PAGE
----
The Oldman Rose Society of Southern Alberta has put up chicken wire to protect its rose bushes. | Photo by Dave Lueneberg, Shootin’ the BreezeDave Lueneberg, Local Journalism Initiative Reporter

It’s not a new problem, but it’s one the Oldman Rose Society of Southern Alberta hopes the Town Of Pincher Creek will address — deer.

The group, appearing at Monday’s town council meeting, said it’s been forced to fence its entire rose garden next to Lebel Mansion, to protect its blooms and bushes from what it calls deer predation.

“At considerable expense, both monetary and our volunteer labour, we have tried various methods to control the deer,” said spokeswoman Donna Cisar in a presentation to council. “Many different sprays, motion sensitive lights and lastly, draping chicken wire over the roses.”

As a stop-gap measure, the group has erected a fence made of 48-inch stucco wire, supported by rebar. Besides taking away from the beauty of the bushes, the chicken wire is unsightly and makes it very difficult to weed and prune, Cisar said.

She noted that one of the Communities in Bloom judges who had visited the Rose Garden twice in the past pointed out a drop in rose blooms from his previous visit.

With limited funds in its bank account, the rose society is asking the town to consider putting up a barrier or help it obtain grant funding. One suggestion made Monday night was a wrought-iron fence similar to the one on the west side of the Lebel property. It likely wouldn’t be high enough.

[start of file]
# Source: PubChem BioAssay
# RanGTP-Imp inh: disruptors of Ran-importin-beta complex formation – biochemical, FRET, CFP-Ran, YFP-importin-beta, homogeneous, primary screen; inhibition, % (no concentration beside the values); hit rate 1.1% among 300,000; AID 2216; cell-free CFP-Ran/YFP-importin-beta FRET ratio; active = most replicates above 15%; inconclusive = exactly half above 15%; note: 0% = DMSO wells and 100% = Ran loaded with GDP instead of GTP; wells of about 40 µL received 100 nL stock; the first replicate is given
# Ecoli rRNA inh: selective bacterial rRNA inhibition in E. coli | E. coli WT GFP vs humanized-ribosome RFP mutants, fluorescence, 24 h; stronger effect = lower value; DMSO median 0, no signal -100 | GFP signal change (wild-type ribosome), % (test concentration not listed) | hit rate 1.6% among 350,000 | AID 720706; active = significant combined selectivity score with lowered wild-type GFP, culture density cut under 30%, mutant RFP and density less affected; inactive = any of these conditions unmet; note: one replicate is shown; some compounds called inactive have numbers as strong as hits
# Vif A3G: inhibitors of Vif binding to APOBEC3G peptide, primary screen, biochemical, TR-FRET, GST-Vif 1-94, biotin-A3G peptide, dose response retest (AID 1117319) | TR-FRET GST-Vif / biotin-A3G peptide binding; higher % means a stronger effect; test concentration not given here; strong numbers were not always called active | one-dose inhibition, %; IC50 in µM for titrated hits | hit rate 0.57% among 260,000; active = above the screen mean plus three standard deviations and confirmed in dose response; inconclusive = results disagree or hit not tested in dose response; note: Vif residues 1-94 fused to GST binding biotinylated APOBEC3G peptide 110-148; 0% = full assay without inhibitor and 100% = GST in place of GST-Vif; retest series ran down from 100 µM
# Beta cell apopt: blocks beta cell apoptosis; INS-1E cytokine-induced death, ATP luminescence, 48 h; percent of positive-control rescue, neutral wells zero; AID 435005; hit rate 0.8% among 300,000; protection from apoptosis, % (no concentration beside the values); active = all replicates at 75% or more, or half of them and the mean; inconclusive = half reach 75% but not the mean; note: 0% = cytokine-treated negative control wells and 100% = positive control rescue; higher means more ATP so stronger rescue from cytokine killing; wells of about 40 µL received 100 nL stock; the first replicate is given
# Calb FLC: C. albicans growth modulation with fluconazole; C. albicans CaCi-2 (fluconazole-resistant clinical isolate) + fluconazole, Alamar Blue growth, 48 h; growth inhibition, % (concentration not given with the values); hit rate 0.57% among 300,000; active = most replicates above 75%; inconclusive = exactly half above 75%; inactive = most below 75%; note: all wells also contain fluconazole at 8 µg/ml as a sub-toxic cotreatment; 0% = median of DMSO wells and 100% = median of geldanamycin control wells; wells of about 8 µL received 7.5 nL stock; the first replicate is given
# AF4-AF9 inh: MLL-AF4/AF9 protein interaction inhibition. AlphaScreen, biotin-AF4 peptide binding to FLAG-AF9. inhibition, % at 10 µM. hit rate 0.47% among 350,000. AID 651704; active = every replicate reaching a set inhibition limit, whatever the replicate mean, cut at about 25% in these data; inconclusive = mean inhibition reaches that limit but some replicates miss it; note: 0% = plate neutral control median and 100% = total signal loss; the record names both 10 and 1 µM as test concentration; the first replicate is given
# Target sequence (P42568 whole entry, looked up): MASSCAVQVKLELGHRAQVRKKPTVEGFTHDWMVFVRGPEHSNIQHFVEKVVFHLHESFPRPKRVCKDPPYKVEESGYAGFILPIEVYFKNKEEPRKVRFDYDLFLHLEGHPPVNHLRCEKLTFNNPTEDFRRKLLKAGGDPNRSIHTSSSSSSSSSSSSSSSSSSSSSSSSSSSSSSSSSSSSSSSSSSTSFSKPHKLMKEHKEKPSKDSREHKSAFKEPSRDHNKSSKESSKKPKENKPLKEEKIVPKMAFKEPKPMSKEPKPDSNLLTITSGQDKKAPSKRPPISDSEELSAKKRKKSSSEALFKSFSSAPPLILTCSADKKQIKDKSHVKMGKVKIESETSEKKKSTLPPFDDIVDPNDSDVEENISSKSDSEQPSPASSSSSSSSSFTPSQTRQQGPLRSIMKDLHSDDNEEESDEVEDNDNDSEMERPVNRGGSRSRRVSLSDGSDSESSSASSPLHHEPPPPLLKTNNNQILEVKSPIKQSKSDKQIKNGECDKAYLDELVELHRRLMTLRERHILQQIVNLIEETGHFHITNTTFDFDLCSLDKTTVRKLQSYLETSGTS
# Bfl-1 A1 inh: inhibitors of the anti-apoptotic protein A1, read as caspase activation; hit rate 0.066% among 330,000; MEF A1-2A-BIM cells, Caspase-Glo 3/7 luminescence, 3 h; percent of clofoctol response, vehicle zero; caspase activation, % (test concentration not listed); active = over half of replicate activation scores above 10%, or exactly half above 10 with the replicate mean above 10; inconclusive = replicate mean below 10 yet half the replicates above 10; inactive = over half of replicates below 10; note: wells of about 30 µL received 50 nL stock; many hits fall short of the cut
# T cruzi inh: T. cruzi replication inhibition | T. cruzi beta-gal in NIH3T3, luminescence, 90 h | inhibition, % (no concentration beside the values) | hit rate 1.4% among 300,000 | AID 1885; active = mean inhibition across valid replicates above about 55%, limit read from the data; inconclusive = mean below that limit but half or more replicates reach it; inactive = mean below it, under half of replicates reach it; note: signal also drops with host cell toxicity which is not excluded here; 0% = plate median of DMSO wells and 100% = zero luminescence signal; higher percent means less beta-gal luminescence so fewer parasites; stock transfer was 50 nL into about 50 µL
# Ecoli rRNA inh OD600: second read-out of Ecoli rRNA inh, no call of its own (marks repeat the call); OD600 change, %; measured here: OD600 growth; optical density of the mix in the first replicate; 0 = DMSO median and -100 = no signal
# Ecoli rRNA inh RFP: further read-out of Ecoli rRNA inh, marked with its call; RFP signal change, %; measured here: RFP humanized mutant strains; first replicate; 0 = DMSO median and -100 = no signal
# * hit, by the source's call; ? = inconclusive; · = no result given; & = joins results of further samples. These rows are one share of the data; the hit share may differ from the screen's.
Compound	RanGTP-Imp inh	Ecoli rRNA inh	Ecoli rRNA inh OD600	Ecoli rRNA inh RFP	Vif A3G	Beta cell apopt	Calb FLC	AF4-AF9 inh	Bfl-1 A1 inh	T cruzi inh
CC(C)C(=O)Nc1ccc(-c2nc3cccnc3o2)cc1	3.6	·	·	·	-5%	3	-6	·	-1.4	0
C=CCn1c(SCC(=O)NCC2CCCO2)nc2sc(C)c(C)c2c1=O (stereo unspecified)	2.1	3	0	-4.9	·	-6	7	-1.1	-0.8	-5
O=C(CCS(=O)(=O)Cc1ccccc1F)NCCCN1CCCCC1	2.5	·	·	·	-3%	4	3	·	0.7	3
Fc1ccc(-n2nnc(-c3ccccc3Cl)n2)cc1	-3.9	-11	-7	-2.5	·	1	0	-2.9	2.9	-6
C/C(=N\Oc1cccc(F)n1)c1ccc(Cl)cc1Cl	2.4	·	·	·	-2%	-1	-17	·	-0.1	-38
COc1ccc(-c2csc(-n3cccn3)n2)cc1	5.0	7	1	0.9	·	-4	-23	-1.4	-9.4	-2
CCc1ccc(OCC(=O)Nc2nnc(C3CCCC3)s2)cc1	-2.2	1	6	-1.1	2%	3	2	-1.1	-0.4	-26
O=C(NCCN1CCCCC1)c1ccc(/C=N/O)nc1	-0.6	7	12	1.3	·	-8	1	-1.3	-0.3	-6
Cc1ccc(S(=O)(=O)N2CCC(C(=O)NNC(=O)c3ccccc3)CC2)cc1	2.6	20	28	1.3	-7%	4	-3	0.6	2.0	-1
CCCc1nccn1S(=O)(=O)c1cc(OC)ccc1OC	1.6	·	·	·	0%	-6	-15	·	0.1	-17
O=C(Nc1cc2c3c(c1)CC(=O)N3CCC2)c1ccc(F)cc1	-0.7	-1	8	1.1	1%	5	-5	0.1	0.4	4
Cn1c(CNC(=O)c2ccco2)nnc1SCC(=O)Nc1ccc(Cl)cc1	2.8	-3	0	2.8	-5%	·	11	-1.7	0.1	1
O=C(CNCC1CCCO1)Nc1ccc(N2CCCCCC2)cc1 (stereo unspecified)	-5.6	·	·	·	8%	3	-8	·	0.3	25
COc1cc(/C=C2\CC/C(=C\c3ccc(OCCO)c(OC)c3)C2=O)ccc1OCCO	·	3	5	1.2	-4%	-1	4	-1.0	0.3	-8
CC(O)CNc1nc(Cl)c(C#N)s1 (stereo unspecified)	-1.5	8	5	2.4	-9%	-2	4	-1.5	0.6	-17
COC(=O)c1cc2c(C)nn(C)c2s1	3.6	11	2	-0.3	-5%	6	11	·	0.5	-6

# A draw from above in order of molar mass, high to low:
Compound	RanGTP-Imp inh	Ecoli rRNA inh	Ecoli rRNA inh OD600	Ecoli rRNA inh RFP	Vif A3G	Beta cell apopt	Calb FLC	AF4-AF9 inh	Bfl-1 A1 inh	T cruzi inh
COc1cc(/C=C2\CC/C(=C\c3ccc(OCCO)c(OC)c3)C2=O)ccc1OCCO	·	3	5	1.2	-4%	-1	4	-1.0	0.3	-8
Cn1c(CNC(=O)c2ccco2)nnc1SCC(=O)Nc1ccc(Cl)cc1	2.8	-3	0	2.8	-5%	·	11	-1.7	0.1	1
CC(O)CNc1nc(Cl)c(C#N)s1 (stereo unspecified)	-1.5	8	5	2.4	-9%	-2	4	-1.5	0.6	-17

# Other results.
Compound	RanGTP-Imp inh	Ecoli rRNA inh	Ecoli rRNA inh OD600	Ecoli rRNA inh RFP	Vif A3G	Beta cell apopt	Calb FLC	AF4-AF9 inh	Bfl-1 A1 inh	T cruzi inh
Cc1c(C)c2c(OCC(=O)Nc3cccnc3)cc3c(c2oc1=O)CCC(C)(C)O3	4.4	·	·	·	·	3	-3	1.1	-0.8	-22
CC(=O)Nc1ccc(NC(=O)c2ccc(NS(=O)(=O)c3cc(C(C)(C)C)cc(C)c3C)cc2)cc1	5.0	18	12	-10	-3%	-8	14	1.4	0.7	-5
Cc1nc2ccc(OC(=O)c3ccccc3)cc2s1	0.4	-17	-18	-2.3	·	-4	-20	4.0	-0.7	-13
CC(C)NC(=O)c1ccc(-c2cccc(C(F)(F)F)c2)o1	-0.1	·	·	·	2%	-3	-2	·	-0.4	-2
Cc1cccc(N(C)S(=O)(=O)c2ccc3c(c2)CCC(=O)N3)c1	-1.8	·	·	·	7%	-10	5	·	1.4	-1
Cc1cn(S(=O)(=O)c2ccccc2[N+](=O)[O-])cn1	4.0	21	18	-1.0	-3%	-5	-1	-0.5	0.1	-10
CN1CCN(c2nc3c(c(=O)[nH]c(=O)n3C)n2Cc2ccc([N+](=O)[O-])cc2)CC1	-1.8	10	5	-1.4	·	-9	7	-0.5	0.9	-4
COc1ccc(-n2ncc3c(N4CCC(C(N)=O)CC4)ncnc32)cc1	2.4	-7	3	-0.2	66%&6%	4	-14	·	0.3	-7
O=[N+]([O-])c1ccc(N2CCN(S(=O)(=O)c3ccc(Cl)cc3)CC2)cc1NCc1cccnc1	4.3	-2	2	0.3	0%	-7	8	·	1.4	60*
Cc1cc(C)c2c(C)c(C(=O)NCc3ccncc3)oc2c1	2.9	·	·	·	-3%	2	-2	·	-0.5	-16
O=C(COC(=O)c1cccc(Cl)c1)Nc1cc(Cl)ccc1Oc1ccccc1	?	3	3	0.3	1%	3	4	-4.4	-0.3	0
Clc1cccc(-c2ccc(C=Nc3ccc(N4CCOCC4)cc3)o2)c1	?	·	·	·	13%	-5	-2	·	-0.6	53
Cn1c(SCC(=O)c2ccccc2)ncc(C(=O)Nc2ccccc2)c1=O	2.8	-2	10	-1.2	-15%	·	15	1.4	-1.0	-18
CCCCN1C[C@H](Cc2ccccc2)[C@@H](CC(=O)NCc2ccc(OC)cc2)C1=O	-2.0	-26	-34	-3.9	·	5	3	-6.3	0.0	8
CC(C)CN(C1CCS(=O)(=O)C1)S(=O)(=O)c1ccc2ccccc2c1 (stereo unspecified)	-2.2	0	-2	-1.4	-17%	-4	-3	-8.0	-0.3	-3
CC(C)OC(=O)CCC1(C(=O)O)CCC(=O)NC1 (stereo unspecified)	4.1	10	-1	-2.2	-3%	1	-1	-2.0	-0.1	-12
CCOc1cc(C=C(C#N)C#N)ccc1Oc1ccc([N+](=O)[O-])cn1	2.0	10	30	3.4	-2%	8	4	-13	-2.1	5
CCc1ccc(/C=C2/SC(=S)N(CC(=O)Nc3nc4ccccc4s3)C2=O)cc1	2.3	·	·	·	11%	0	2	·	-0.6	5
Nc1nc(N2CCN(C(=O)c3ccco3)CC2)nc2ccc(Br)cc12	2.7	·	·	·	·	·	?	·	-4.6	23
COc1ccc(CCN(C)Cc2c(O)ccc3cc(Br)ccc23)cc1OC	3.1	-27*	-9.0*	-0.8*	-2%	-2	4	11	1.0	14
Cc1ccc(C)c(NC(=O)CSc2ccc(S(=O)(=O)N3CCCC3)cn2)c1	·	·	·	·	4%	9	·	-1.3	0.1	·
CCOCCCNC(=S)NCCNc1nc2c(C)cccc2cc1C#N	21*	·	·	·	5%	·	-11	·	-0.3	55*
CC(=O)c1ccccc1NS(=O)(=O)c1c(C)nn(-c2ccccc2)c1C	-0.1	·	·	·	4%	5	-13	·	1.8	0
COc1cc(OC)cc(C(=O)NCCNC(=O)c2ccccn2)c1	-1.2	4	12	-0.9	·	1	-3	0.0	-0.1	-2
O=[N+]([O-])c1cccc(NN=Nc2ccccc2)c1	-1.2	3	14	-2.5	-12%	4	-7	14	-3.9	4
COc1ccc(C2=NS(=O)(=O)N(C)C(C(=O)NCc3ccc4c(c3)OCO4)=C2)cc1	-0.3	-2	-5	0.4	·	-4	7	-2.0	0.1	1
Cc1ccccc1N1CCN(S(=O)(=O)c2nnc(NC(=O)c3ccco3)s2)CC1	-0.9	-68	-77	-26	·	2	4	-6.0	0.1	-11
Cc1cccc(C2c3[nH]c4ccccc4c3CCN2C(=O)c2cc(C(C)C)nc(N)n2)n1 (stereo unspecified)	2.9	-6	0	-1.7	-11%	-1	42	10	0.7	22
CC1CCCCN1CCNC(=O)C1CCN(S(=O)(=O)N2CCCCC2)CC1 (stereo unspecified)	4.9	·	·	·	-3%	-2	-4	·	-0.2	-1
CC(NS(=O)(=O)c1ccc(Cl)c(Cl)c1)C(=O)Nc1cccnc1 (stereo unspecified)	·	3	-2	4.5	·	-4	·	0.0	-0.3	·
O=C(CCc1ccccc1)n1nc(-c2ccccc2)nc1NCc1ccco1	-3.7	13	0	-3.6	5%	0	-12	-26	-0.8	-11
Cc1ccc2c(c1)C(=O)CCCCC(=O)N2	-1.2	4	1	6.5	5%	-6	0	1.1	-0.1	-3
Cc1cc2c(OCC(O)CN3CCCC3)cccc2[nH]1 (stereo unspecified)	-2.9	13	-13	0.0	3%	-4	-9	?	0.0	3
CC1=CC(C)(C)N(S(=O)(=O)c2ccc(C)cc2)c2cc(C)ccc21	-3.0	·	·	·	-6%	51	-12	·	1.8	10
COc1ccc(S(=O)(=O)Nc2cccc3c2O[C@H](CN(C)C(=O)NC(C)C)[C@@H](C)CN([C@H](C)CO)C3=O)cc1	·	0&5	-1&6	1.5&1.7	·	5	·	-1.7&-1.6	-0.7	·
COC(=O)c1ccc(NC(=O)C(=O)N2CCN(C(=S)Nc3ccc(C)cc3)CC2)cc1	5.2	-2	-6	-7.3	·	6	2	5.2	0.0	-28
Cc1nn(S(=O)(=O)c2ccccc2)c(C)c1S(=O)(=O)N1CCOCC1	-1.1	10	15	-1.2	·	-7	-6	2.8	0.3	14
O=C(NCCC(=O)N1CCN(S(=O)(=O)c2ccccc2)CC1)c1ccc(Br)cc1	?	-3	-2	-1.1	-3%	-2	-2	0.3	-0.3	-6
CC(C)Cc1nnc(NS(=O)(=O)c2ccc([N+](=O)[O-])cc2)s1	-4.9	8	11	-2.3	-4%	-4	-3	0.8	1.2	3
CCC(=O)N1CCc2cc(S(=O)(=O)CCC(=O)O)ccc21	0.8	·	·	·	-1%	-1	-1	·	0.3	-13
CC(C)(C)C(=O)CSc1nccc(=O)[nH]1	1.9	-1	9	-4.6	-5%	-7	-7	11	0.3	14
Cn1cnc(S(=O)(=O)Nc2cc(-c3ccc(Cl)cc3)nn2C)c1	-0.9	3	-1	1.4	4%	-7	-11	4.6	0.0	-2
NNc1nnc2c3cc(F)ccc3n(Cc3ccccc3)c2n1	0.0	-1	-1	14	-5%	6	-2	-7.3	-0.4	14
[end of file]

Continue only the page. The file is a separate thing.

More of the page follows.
“As long as the deer population in town is unchecked, the rose garden needs to be fenced,” added Cisar, in her submission.

While understanding the problem the deer are causing, Coun. David Green pointed out the town isn’t responsible for deer eradication.

It is, however, aware of the sharp rise in deer population. A survey carried out in 2018 showed between 30 and 40 deer foraging through the community. That number, Coun. Wayne Oliver said, has ballooned to nearly 100 in just five years.

Council has asked its staff to come back with an idea of what a new permanent fence might cost and look like at its next regular council meeting, Dec. 11.

By Dave Lueneberg, Local Journalism Initiative Reporter

Original Published on Nov 30, 2023 at 11:07

This item reprinted with permission from   Shootin' the Breeze   Pincher Creek, Alberta

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